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History of the Chamber Building
Barber-Pittman House History

Built in 1915 by E.R. Barber, a respected entrepreneur and inventor who was also prominent in local civic activities, this house is an excellent example of turn-of-the-century Southern domestic Neo-classicism. It was designed by Lloyd Barton Greer, a prominent South Georgia architect and long-time resident of Valdosta. The exterior detailing of the home is beautifully simple with its linteled windows and fanlight over the front door, and one is impressed with its six Ionic supporting columns with dentils and brackets running around the cornices and its symmetrically spaced windows and entrance door. Attention should also be given to the wainscoting and the molding which frames the doors and two fireplaces on the first floor. The ceiling detailing in the dining room, consisting of concentric squares of small lights integrated with a wood beam system is a very unique design element within a structure of this period. Another significant internal mechanical detail is the baseboard vacuum system.

Upon the death of Mr. Barber in 1965, the house became the property of his daughter, Ola Barber Pittman. When the new U.S. Post Office/Federal Office Building was constructed on North Patterson Street in the 1960s, the safety of the home was threatened. While the General Services Administration was eyeing it as a potential site for the expansion of parking facilities, Mrs. Pittman was determined to protect her home. Through her tenacious efforts, possibly including a phone call to President Lyndon B. Johnson in which she made her position in the matter very clear, Mrs. Pittman won the case.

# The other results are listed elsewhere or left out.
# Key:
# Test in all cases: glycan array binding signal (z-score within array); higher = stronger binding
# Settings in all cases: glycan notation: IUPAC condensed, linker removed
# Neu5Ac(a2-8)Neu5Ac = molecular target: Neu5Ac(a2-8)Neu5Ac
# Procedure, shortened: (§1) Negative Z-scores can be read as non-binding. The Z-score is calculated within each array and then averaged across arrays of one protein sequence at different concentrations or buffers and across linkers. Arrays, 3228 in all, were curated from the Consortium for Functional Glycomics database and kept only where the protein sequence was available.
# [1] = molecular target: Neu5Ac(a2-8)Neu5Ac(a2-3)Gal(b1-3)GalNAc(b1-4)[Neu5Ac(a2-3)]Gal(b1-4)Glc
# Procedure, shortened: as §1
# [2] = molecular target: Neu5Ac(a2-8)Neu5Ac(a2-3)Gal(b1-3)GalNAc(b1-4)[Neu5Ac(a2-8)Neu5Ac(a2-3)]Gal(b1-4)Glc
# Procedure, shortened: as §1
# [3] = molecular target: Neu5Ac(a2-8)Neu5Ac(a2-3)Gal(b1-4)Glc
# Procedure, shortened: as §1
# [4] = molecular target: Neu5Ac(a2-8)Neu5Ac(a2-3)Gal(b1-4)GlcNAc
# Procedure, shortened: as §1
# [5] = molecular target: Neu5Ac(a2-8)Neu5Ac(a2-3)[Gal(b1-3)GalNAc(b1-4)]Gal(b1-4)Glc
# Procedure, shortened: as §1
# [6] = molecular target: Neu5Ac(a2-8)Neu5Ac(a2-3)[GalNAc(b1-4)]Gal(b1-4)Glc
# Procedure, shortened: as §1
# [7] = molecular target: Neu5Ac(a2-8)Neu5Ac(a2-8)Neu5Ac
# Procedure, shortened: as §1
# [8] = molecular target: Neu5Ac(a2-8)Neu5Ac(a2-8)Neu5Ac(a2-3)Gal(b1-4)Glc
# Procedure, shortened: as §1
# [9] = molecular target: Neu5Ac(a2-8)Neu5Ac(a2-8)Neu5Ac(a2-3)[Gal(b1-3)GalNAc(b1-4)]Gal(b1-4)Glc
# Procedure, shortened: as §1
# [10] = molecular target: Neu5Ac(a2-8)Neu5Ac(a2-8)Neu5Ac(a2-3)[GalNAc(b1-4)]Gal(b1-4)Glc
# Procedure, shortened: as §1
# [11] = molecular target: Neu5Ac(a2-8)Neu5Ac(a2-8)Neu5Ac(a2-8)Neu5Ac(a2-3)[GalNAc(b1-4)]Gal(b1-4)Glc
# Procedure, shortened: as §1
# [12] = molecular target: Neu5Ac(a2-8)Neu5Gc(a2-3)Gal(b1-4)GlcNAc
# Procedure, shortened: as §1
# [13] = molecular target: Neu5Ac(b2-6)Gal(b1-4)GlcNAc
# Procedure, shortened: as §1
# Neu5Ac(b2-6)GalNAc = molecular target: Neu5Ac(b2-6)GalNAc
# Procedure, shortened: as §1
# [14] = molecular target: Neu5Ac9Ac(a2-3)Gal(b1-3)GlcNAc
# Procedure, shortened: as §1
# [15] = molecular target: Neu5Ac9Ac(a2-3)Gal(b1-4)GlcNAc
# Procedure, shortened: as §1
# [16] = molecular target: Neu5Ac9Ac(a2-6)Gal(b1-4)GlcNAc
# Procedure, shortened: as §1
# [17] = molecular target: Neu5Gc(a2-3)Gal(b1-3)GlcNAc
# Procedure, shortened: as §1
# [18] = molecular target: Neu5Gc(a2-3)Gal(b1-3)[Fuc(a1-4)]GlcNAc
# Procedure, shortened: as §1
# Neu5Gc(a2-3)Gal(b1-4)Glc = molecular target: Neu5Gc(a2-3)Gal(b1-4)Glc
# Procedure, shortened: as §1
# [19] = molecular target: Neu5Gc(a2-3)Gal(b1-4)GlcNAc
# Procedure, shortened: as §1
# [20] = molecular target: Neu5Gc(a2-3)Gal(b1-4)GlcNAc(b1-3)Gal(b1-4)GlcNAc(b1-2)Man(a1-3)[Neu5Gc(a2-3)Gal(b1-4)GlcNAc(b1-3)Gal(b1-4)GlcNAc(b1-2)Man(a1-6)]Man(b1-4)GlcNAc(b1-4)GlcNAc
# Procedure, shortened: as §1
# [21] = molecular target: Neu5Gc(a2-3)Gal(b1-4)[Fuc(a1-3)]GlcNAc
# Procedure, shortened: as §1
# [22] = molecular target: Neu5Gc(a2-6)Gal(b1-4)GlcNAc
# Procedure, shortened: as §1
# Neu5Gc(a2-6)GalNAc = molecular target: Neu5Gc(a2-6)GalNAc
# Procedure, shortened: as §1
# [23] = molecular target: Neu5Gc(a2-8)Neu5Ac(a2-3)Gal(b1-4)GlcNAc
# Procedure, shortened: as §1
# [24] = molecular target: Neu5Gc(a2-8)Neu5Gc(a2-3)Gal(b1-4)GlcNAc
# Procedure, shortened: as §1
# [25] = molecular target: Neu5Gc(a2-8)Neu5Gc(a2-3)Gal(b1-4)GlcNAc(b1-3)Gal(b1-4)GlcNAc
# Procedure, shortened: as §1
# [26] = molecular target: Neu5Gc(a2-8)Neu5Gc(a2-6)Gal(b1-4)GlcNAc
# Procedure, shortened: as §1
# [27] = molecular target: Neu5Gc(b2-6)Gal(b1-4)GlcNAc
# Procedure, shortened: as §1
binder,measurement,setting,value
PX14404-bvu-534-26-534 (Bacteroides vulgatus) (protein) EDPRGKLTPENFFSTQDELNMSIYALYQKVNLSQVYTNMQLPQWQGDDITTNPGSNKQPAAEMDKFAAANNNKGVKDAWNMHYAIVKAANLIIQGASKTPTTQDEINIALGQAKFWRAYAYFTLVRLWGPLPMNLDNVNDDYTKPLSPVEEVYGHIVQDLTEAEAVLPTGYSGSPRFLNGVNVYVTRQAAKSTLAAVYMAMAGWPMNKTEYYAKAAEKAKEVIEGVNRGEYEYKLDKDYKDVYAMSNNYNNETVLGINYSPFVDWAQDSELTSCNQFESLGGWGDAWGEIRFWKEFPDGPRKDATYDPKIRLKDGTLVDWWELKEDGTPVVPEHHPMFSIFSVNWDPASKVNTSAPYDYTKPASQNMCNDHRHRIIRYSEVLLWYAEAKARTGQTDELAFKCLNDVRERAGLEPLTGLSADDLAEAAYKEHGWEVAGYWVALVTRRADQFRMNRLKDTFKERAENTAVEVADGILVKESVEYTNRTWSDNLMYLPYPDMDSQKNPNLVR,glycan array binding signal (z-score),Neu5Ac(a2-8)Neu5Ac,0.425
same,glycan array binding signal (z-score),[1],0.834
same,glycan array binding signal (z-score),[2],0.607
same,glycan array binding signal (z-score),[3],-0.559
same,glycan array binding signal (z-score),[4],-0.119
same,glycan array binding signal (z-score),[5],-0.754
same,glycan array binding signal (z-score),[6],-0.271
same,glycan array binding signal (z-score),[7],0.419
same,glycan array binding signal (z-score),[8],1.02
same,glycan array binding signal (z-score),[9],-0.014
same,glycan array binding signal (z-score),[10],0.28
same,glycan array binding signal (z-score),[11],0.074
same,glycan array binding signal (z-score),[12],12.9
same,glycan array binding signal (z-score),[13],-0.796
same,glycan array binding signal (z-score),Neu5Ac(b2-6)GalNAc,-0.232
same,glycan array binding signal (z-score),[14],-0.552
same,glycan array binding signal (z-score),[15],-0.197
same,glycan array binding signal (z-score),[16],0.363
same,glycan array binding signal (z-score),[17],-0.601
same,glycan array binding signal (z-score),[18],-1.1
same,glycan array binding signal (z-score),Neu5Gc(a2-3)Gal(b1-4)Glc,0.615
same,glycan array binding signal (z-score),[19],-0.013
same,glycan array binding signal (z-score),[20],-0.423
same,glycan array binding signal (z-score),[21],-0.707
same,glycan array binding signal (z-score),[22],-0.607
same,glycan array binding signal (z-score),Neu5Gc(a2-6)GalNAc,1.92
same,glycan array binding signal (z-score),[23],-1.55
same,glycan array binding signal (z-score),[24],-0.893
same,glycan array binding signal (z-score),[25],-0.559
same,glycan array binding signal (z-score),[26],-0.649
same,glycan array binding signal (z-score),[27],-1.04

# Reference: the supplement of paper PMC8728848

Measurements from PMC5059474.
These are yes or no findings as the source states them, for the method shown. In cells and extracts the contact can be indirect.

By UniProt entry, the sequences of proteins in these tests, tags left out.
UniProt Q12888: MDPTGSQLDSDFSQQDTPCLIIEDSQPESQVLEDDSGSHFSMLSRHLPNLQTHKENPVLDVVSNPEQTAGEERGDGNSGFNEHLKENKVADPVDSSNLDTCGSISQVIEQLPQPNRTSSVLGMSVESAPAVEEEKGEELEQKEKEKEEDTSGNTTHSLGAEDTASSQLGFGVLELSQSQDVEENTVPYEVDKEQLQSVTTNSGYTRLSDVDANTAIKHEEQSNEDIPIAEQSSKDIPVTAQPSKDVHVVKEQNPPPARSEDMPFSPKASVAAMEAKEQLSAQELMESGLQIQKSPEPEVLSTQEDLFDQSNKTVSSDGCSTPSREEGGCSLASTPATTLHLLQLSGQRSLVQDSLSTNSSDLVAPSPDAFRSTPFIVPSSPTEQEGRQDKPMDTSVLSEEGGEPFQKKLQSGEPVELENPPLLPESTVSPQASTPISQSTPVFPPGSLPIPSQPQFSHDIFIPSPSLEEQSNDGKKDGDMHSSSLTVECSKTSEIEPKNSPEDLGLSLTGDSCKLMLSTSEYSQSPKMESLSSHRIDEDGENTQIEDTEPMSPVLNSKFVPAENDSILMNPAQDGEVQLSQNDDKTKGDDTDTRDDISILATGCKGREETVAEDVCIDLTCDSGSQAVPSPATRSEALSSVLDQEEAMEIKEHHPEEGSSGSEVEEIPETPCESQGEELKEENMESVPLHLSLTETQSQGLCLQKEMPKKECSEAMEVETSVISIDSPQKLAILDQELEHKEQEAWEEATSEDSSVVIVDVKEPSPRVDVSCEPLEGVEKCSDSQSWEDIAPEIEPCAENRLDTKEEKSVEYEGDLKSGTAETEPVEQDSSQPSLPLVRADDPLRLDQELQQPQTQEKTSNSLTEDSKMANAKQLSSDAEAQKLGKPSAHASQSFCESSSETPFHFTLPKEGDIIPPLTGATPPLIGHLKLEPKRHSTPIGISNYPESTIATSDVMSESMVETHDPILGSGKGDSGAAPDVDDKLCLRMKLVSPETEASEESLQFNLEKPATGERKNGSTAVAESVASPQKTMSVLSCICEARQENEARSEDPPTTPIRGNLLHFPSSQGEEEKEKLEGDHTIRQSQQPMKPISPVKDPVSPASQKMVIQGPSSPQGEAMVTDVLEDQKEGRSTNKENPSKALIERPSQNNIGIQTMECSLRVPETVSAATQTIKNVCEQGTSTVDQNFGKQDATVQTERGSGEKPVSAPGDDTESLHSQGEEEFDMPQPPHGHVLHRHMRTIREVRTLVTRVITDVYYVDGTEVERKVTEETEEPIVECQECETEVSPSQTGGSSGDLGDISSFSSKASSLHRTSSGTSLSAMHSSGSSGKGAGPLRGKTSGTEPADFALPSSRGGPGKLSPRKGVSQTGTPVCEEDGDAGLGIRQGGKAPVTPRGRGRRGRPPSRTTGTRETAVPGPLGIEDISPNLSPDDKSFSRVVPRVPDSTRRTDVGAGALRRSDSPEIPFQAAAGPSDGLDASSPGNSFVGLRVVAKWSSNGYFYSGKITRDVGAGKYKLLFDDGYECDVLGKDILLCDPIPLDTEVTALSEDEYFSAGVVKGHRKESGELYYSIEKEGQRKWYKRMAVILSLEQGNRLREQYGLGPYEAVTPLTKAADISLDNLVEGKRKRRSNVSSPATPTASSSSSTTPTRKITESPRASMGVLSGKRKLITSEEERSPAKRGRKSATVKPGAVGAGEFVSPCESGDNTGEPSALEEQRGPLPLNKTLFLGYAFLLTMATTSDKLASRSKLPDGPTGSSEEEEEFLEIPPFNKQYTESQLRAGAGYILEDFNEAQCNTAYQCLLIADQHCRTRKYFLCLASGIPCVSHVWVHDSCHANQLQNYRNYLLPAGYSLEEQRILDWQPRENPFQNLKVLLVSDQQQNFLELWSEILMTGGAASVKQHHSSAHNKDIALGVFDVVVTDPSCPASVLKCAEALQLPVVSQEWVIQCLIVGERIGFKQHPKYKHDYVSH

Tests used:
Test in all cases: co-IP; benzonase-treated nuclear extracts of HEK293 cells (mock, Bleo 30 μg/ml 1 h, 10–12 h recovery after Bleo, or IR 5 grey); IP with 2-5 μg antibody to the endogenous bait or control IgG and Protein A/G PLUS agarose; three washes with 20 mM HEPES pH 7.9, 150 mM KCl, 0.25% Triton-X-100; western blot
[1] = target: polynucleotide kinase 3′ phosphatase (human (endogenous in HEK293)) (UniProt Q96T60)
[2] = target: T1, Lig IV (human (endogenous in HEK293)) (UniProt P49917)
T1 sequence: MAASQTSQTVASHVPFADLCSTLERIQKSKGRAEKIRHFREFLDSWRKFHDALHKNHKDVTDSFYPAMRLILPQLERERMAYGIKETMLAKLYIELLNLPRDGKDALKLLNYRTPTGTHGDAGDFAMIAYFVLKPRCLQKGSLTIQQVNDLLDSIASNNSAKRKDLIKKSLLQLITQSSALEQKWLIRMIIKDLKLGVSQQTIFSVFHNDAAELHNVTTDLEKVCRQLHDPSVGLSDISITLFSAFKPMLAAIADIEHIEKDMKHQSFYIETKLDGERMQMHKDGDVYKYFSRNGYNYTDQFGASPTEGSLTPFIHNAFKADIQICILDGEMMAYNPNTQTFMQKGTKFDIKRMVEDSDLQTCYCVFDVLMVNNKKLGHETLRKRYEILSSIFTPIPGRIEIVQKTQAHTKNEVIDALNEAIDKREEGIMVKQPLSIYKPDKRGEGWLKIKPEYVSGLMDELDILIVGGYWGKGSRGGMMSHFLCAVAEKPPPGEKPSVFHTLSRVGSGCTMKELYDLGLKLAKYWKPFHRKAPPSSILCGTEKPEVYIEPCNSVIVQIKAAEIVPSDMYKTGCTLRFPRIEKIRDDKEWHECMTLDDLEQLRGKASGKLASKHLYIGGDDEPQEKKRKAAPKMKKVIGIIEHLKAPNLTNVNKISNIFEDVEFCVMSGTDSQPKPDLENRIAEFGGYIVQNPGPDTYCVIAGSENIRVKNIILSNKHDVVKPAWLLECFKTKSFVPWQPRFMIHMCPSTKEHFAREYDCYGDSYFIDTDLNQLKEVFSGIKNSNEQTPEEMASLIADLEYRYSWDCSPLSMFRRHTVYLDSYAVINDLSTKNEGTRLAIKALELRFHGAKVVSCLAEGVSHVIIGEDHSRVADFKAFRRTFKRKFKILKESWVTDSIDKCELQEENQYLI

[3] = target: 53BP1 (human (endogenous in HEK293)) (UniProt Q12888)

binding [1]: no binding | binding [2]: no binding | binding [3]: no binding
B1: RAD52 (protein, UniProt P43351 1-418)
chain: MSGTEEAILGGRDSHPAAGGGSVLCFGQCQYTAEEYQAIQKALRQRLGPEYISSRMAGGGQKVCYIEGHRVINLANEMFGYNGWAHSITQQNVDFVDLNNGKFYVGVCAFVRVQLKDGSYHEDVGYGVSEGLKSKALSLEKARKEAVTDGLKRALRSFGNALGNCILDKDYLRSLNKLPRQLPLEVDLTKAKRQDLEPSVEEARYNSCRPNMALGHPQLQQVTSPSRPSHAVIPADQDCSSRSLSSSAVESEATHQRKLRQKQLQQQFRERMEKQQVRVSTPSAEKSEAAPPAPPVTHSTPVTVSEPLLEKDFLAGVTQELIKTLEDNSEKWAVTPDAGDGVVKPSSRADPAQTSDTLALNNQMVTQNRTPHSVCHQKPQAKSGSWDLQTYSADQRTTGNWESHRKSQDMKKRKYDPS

Mrs. Pittman died in Valdosta on April 12, 1977 after spending the last two years of her life in a nursing home. When her will was read, it revealed that she had left the home to "the citizens of Valdosta." She has detailed very explicit instructions as to her wishes regarding the use of it. She was particularly anxious that the government not gain control of the property. There was also a provison in her will which prohibited selling it. Should any attempt be made in this direction, the property was to revert to her estate. This home had apparently been a haven of rest for her....a place in which she felt secure and could pause, relax and reflect upon the pleasantries of life. And, seemingly, this was the heritage she wished to pass on to the citizens of Valdosta in leaving the porperty to them.

The Barber-Pittman House was placed on the National Register of Historic Places on February 12, 1980.